it was the best version, and some other reasons why it didn't
wind up on the Box.
wanted to make this thing work in the context of existing body
of released material. Which is to say, all the Dick's Picks
and live vault releases and Live Dead were taken into account
as we made our selections. We didn't need to have a Lovelight,
because the one on Live Dead is such a peak and we also figured
that the Dark Star>St.Stephen>Eleven thing works so well that
we didn't feel we needed to replicate that in here. I lobbied
hard for the Dark Star>China Cat>Eleven that we wound up using
because it was really a great moment in the compositional history
of that stuff.
was a transitional version of China Cat. They were in the process
of changing it from the key of E to the key of G, and so you
hear an interesting performance that's bracketed by wonderful
jams and it tells you what China Cat Sunflower was and what
it was going to become. You can go listen to the China Cat>Rider
on Europe '72, or any of the other ones that are on Dick's Picks.
The one on the June '74 Dick's Picks is definitive -- that right
there is the China Cat>Rider, so we didn't feel like we needed
to include a China Cat>Rider in the Box Set. You know what I
thing, in a way, could be said to be sort of the grout between
the tiles of the Grateful Dead's mosaic.
made reference in the liner notes to all the other stuff. We
took heat from people because we didn't include this jam or
would have chosen a 1977 Scarlet>Fire, except the 1990 one was
so great, so concise and so necessary, and so indicative of
what was going on with the Grateful Dead in the 1990's with
the MIDI instruments and stuff like that. We decided on that
one, knowing there would be plenty of Scarlet>Fires available.
mention each of you had your own 'short list'. Were you thinking
of certain songs which should be represented vs. the particular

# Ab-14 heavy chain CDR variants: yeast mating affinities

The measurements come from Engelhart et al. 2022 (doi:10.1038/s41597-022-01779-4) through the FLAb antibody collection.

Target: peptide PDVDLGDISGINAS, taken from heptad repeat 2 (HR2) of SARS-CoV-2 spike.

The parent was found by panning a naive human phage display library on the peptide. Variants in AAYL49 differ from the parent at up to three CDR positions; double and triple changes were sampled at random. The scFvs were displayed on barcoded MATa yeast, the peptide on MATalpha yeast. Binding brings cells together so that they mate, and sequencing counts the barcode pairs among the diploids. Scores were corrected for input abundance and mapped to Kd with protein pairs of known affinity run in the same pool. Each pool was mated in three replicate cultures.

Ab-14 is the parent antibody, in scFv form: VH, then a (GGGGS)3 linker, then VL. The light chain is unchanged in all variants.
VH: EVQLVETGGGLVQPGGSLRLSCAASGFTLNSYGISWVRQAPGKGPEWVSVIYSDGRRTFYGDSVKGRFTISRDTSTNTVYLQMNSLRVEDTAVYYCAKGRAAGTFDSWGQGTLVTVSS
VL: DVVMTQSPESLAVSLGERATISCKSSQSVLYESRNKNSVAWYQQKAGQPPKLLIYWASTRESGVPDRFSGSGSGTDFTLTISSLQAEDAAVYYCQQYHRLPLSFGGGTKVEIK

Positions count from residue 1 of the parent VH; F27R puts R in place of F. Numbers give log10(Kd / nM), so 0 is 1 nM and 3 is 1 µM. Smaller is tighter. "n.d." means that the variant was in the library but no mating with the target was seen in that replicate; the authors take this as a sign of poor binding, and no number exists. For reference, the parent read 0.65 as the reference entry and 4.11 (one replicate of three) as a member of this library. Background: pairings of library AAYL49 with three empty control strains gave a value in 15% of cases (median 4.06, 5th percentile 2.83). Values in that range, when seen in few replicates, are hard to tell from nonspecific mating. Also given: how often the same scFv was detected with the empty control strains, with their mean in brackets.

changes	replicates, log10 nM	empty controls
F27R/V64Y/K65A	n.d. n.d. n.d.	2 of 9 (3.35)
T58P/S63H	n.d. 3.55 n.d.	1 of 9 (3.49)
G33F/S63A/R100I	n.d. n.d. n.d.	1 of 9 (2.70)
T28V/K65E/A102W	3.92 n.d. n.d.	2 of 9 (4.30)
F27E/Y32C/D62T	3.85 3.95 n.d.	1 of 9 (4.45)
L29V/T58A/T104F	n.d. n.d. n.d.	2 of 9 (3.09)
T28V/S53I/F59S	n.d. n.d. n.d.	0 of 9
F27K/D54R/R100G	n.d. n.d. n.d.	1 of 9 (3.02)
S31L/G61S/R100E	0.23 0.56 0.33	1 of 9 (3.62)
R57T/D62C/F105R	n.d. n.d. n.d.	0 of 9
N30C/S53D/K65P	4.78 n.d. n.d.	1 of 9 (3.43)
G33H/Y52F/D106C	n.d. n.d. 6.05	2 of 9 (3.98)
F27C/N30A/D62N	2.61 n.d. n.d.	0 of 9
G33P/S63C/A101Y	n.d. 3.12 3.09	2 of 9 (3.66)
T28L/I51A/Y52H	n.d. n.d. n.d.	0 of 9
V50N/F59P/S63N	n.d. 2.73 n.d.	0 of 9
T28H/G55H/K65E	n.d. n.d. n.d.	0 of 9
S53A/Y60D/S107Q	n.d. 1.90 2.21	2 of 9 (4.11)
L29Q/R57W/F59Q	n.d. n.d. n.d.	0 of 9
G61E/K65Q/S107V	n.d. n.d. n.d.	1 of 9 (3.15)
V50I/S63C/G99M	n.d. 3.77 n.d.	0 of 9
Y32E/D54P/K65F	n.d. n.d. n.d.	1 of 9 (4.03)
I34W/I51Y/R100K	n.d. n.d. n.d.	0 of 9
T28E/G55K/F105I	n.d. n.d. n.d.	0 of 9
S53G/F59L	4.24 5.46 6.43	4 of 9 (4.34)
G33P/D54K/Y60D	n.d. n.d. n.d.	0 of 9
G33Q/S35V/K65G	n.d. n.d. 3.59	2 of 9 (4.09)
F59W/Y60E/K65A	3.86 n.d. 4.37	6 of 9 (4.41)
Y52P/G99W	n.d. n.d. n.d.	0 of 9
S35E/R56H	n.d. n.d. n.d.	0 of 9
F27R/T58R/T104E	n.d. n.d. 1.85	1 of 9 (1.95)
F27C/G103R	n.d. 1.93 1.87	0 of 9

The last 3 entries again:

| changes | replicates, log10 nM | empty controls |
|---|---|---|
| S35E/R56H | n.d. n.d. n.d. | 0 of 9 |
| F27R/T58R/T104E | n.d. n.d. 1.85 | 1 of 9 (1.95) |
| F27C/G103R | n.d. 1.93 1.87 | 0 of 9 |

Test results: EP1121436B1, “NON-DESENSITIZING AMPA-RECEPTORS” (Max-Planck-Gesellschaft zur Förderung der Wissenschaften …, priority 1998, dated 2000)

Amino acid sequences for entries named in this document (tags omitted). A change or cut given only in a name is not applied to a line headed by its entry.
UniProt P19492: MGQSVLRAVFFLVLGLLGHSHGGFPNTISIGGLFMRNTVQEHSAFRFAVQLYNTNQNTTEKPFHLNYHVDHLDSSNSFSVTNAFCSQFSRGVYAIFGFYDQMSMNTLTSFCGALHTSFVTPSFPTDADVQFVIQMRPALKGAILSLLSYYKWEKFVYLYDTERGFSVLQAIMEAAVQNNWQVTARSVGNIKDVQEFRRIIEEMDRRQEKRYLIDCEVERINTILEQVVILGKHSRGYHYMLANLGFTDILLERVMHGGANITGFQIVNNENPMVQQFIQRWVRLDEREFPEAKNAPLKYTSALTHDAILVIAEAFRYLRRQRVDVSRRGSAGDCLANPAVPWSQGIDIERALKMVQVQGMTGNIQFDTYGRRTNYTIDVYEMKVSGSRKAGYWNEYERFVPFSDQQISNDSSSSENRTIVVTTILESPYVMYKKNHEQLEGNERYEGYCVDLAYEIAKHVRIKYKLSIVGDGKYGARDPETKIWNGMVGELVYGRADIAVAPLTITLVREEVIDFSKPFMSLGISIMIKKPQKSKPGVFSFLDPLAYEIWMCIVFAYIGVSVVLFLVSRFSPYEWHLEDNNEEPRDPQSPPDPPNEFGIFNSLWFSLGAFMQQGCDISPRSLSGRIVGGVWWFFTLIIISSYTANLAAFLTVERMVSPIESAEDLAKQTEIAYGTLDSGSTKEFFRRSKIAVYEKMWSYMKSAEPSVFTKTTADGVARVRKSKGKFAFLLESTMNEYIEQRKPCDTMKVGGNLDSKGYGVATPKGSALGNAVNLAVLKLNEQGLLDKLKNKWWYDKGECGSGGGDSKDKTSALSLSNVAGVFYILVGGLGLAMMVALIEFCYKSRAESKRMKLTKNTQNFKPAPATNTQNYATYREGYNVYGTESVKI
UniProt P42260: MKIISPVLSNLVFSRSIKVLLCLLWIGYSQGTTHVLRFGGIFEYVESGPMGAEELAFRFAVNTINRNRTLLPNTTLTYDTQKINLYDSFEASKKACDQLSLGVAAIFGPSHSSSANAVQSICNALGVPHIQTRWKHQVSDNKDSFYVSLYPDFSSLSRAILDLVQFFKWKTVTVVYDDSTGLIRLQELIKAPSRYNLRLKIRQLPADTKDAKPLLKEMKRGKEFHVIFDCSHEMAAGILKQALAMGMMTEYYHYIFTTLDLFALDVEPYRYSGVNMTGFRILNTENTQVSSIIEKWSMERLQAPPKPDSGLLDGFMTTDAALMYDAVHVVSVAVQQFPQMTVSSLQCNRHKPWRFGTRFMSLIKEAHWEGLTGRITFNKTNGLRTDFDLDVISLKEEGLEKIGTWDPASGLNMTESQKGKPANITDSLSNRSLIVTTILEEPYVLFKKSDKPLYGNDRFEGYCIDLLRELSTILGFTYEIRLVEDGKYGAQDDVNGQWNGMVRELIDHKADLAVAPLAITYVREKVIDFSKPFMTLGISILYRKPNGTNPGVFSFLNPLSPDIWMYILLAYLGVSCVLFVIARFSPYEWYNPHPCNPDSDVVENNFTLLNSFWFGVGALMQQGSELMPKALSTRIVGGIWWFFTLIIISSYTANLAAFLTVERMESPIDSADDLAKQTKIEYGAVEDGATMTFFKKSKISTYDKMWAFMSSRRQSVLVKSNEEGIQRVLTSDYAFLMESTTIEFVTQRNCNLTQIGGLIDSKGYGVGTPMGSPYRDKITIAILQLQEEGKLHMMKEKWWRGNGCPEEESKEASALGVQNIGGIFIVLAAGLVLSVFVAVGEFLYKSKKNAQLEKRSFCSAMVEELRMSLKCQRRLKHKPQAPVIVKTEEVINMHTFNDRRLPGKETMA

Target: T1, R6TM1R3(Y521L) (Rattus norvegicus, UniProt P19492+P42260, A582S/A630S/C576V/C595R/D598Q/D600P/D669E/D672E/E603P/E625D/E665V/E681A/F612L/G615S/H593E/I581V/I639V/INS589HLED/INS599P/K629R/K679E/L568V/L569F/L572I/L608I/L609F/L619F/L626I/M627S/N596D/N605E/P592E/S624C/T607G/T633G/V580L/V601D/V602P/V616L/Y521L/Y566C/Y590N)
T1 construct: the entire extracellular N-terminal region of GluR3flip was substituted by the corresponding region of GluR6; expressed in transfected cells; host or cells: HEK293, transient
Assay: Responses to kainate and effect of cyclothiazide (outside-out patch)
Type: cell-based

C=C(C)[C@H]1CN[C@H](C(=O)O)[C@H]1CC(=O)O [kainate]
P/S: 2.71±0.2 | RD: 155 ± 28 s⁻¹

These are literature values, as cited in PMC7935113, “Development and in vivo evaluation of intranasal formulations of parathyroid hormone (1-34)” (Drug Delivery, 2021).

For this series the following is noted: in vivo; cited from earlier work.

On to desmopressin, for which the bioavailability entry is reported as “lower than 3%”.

version of a song?
and no. We didn't make a list - we didn't say, either way, 'O.K.
it's got to have all the big hits in it'. We never sat down
and said 'What U.S. Blues are we going to use? What Truckin'?
What Touch of Grey?' In fact, it's not really by design or intention
that the sort of most popular or best known radio hits aren't
included. It just worked out that way.
were not under any marching orders from the record company to
make it any kind of greatest hits package. We were instructed
to put the Grateful Dead's best foot forward.
I wrote a little manifesto which was endorsed by everybody involved
and which we wound up not really sticking to because what we
did was in the grand tradition of the Grateful Dead, we let
the situation tell us what it wanted. It was a collaborative
and largely improvisational process. Everybody threw ideas into
the pot, we'd kick them around. Some decisions were easy to
make. Some decisions took a little arm-twisting. Some decisions
took a little persuasion. Ultimately, we were all pretty satisfied
with what we came up with.
so were the fans!
the most part. Yeah, we've been thrilled with the feedback for
the most part. I was pretty sure that Death Don't Have No Mercy
from '89 was going to be on there and nobody really disagreed
with me about that because that was one of those things where
we could show the evolution. There's one on Live Dead from '69,
the one from '89 had one of the greatest Garcia guitar solos
of all time and it showcased everybody's vocals, you know, Brent
sang, Bob sang, and Jerry sang.
was sort of notorious for having these momentary enthusiasms.
He'd call up and go 'I have just found the coolest version of
(yadda yadda) ever!' I'd listen to it and go 'Steve, I'm not
so sure about that' and then the next day he'd have forgotten
all about it and be onto something else. It was pretty cute.
a way, I guess I was the "bad cop" for quality, because I'm
the musician in the group and have the most experience of picking
things for broadcast and all that. Blair and Steve have been
more fans and listeners and music lovers and I've been much
more involved in the sort of critical process of choosing what
works. So I did a little bit of education on them.
fact there was a time when we were recruiting help from various
brain trusts, the Compendium
Mailing List, Jeff Tiedrich, Michael Getz, and a whole bunch
of really nice old time dead fans, the guys who wrote a lot
of the essays for that book. I would call on them and say 'We're
looking for a Terrapin and we'd like your opinions.' And I would
say 'Put it on and listen to it, and the minute Jerry blows
the words, stop and move on to the next one. Here are the things
we're looking for: the mix has to be good; the vocal performance
has to be flawless or very near flawless; and the instrumental
has to have the energy.' All the stuff you want in a Grateful
Dead performance, and a little tidier and neater than you're
willing to accept otherwise. And we got some great ideas from
people out there.